Advertisement

The Ethics Across Campus Program at the Colorado School of Mines

  • Sandy Woodson
  • Qin Zhu
Chapter

Abstract

By taking the Ethics Across Campus Program (EAC) at the Colorado School of Mines (CSM) as an example, this paper discusses how institutional, social, and policy contexts provide opportunities—and challenges—for ethics centers and programs to create effective moral learning experiences for students. This paper begins by depicting the historical background and institutional context within which this EAC program was founded and has evolved. It then introduces the major campus programs and curricular initiatives (e.g., the Daniels Fund Faculty Fellows Program) that aim to enhance students’ learning opportunities. Finally, this paper reflects on some major challenges faced by the program, including how to bridge physical and intellectual distances between faculty, and how to best cultivate an ethical climate for STEM education and research.

Keywords

Ethics education Professional development Ethics across the curriculum Science and engineering ethic 

References

  1. ABET. (2016). Criteria for accrediting engineering programs. http://www.abet.org/wp-content/uploads/2016/12/E001-17-18-EAC-Criteria-10-29-16-1.pdf. Accessed June 10, 2017.
  2. Bashe, A., Anderson, S. K., Handelsman, M. M., & Klevansky, R. (2007). An acculturation model for ethics training: The ethics autobiography and beyond. Professional Psychology Research and Practice, 38, 60–67.CrossRefGoogle Scholar
  3. Colorado School of Mines. (2015). Colorado School of Mines 2015–2016 mini fact book. http://www.minesnewsroom.com/sites/default/files/wysiwyg-editor/docs/2015-16-Mini-Fact-Book.pdf. Accessed June 10, 2017.
  4. Colorado School of Mines. (2016). President Paul C. Johnson. http://www.minesnewsroom.com/president. Accessed June 10, 2017.
  5. Colorado School of Mines. (2016). Students—2016/2017. https://inside.mines.edu/Accountability-Students. Accessed June 10, 2017.
  6. Colorado School of Mines. (2017). Mines celebrates its new graduates. Mines newsroom. http://www.minesnewsroom.com/news/mines-celebrates-its-newest-graduates. Accessed June 10, 2017.
  7. Daniels Fund. (n.d.). Daniels Fund grants program: An overview. http://www.danielsfund.org/Grants/index.asp. Accessed June 10, 2017.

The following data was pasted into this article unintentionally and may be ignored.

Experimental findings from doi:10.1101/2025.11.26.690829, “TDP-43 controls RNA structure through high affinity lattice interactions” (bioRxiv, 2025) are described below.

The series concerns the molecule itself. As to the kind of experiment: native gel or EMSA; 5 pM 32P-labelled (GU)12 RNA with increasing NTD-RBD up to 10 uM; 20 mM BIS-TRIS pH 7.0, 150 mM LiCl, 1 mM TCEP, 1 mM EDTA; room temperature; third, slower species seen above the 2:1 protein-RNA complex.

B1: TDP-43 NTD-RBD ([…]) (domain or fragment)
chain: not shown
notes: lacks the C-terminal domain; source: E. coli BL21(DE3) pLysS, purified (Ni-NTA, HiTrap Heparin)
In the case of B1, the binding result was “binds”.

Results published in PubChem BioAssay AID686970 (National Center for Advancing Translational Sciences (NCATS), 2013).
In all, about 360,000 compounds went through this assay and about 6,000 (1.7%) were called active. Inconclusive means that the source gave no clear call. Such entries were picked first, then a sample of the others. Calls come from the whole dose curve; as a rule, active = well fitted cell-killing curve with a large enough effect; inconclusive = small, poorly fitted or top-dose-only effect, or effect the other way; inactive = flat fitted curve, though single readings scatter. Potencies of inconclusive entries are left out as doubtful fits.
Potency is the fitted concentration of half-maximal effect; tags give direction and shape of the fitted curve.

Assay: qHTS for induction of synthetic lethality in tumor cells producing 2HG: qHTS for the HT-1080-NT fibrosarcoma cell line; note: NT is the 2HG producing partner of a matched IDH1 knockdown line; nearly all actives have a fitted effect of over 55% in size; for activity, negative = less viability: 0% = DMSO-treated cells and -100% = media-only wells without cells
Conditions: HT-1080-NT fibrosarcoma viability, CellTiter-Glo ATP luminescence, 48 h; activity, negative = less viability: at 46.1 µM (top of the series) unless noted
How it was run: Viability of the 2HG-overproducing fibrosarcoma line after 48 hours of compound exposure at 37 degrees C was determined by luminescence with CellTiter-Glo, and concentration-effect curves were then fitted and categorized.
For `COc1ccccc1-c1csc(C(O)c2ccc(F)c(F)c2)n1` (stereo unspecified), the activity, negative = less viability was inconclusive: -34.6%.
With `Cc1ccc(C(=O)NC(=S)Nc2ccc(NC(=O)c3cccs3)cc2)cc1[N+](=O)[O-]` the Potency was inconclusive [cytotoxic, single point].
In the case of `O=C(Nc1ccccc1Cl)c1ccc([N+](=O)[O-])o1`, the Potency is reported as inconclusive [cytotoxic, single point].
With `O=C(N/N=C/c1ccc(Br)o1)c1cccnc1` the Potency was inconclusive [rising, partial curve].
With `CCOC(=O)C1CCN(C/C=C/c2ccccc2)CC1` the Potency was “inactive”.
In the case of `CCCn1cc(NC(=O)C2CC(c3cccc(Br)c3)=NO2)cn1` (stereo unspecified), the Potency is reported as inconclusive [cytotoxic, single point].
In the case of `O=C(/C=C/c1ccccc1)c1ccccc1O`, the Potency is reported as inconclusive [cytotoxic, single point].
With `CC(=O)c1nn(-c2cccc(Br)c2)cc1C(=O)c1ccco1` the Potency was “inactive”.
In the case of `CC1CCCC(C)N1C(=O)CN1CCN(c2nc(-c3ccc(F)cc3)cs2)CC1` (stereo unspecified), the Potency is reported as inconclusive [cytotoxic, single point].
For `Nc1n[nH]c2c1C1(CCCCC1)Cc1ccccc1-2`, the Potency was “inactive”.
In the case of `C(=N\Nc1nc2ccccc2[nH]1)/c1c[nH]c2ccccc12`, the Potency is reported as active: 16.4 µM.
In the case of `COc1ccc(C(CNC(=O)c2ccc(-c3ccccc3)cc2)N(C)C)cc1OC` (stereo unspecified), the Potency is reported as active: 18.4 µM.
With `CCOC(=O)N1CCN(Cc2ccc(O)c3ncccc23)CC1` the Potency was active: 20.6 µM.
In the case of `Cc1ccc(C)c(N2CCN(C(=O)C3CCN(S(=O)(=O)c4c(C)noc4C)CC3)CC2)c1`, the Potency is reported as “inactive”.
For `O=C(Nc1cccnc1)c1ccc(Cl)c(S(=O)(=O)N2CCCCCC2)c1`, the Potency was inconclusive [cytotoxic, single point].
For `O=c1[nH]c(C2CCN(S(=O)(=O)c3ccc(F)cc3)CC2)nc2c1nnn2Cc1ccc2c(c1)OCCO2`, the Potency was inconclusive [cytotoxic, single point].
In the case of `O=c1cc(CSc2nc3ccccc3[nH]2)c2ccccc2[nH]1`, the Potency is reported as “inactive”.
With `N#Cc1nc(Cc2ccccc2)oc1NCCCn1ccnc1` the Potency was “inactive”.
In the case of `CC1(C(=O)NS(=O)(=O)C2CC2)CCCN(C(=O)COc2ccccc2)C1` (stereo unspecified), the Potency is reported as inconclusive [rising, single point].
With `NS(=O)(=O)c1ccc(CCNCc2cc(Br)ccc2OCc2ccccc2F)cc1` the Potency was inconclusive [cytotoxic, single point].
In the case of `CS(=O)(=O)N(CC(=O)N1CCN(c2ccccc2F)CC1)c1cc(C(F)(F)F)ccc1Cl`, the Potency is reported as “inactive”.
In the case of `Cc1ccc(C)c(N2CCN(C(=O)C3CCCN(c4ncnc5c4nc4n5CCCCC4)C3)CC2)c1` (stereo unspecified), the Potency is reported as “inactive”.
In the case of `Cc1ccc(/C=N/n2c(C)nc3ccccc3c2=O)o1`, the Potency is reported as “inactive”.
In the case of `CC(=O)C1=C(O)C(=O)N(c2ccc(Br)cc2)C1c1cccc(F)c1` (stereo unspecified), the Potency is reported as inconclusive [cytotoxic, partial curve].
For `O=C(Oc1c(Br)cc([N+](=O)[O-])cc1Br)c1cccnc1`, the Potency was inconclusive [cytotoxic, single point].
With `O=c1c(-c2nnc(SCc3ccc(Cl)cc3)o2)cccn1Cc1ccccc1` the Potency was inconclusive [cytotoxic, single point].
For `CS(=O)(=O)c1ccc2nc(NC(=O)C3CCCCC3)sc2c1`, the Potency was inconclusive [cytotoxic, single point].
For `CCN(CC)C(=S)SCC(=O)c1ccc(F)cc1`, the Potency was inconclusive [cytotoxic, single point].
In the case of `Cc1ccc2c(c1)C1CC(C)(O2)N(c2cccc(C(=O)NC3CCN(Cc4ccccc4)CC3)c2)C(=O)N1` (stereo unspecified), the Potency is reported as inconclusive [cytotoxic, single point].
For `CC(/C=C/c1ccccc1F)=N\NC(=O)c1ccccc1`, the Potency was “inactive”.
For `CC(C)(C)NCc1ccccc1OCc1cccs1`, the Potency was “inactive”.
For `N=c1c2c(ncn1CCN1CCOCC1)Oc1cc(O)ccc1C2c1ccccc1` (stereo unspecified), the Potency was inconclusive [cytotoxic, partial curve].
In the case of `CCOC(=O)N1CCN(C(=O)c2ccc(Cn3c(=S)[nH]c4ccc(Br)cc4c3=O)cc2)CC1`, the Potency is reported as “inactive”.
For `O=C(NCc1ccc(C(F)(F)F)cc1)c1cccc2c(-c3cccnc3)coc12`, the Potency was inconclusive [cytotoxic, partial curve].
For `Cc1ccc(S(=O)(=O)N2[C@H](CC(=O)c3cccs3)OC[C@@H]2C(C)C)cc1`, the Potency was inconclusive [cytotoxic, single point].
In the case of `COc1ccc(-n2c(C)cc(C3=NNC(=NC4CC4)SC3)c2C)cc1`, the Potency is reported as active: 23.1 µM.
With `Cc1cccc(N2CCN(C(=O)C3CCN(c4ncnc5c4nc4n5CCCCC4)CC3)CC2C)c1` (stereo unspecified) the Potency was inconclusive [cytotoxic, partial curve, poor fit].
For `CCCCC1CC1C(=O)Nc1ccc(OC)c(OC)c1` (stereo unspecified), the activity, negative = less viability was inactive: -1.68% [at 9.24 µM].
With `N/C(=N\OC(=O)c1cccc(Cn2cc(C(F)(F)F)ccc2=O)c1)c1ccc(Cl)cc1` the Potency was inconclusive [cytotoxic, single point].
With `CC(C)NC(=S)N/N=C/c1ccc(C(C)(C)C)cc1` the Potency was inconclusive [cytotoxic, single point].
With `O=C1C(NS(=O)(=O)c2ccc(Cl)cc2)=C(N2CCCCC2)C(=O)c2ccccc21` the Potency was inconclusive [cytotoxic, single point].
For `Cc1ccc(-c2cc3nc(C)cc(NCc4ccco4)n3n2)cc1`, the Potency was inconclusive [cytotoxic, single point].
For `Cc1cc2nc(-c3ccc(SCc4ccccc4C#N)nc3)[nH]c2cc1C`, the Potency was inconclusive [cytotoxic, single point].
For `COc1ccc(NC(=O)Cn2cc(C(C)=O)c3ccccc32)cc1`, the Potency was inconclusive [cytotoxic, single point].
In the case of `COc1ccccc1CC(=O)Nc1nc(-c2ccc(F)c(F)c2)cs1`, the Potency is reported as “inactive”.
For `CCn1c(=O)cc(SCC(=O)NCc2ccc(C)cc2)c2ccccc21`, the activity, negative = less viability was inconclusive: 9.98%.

8. Davis, M. (2006). Integrating ethics into technical courses: Micro-insertion. Science and Engineering Ethics, 12, 717–730.CrossRefGoogle Scholar
  9. Hardwig, J. (1997). Autobiography, biography, and narrative ethics. In H. L. Nelson (Ed.), Stories and their limits: Narrative approaches to bioethics (pp. 50–64). New York, NY: Routledge.Google Scholar
  10. IEEE Standards Association. (2016). IEEE Standards Association introduces global initiative for ethical considerations in the design of autonomous systems. http://standards.ieee.org/news/2016/ieee_autonomous_systems.html. Accessed June 10, 2017.
  11. Ira A. Fulton Schools of Engineering. (2015). Paul C. Johnson, Ph.D. http://faculty.engineering.asu.edu/pauljohnson/. Accessed June 10, 2017.
  12. McBride Honors Program in Public Affairs. History of the McBride program. http://inside.mines.edu/MCB-history. Accessed June 10, 2017.
  13. McBride Honors Program in Public Affairs. Why first year honors? http://inside.mines.edu/MCB-whyfirstyear. Accessed June 10, 2017.
  14. Mitcham, C. (2014). The true grand challenge for engineering: Self-knowledge. Issues in Science & Technology, 31, 19–22.Google Scholar
  15. Mitcham, C., & Englehardt, E. E. (2016). Ethics across the curriculum: Prospects for broader (and deeper) teaching and learning in research and engineering ethics. Science and Engineering Ethics. https://link.springer.com/article/10.1007%2Fs11948-016-9797-7.
  16. National Academy of Engineering. (2004). The engineer of 2020: Visions of engineering in the new century. Washington, D.C.: The National Academies Press.Google Scholar
  17. National Academy of Engineering. (2016). Infusing ethics into the development of engineers: Exemplary education activities and programs. Washington, D.C.: The National Academies Press.Google Scholar
  18. National Science Foundation. (2009). RCR frequently asked questions. https://www.nsf.gov/bfa/dias/policy/rcr/rcrfaqs.jsp. Accessed June 10, 2017.
  19. Stockwell, C. (2016). The top 10 schools in the U.S. for an engineering degree. USA today. http://college.usatoday.com/2016/11/18/top-engineering-colleges/. Accessed June 10, 2017.
  20. The Business Journals. (2015). Exclusive: Here are the best public colleges in America. http://www.bizjournals.com/bizjournals/news/2015/02/12/michigan-earns-top-honors-in-rankings-of-public.html. Accessed June 10, 2017.
  21. U.S. News & World Report. (2017). Top public schools: National universities. https://www.usnews.com/best-colleges/rankings/national-universities/top-public. Accessed June 10, 2017.
  22. Walling, O. (2015). Beyond ethical frameworks: Using moral experimentation in the engineering ethics classroom. Science and Engineering Ethics, 21, 1637–1656.CrossRefGoogle Scholar

Copyright information

© Springer International Publishing AG, part of Springer Nature 2018

Authors and Affiliations

  1. 1.Colorado School of MinesGoldenUSA

Personalised recommendations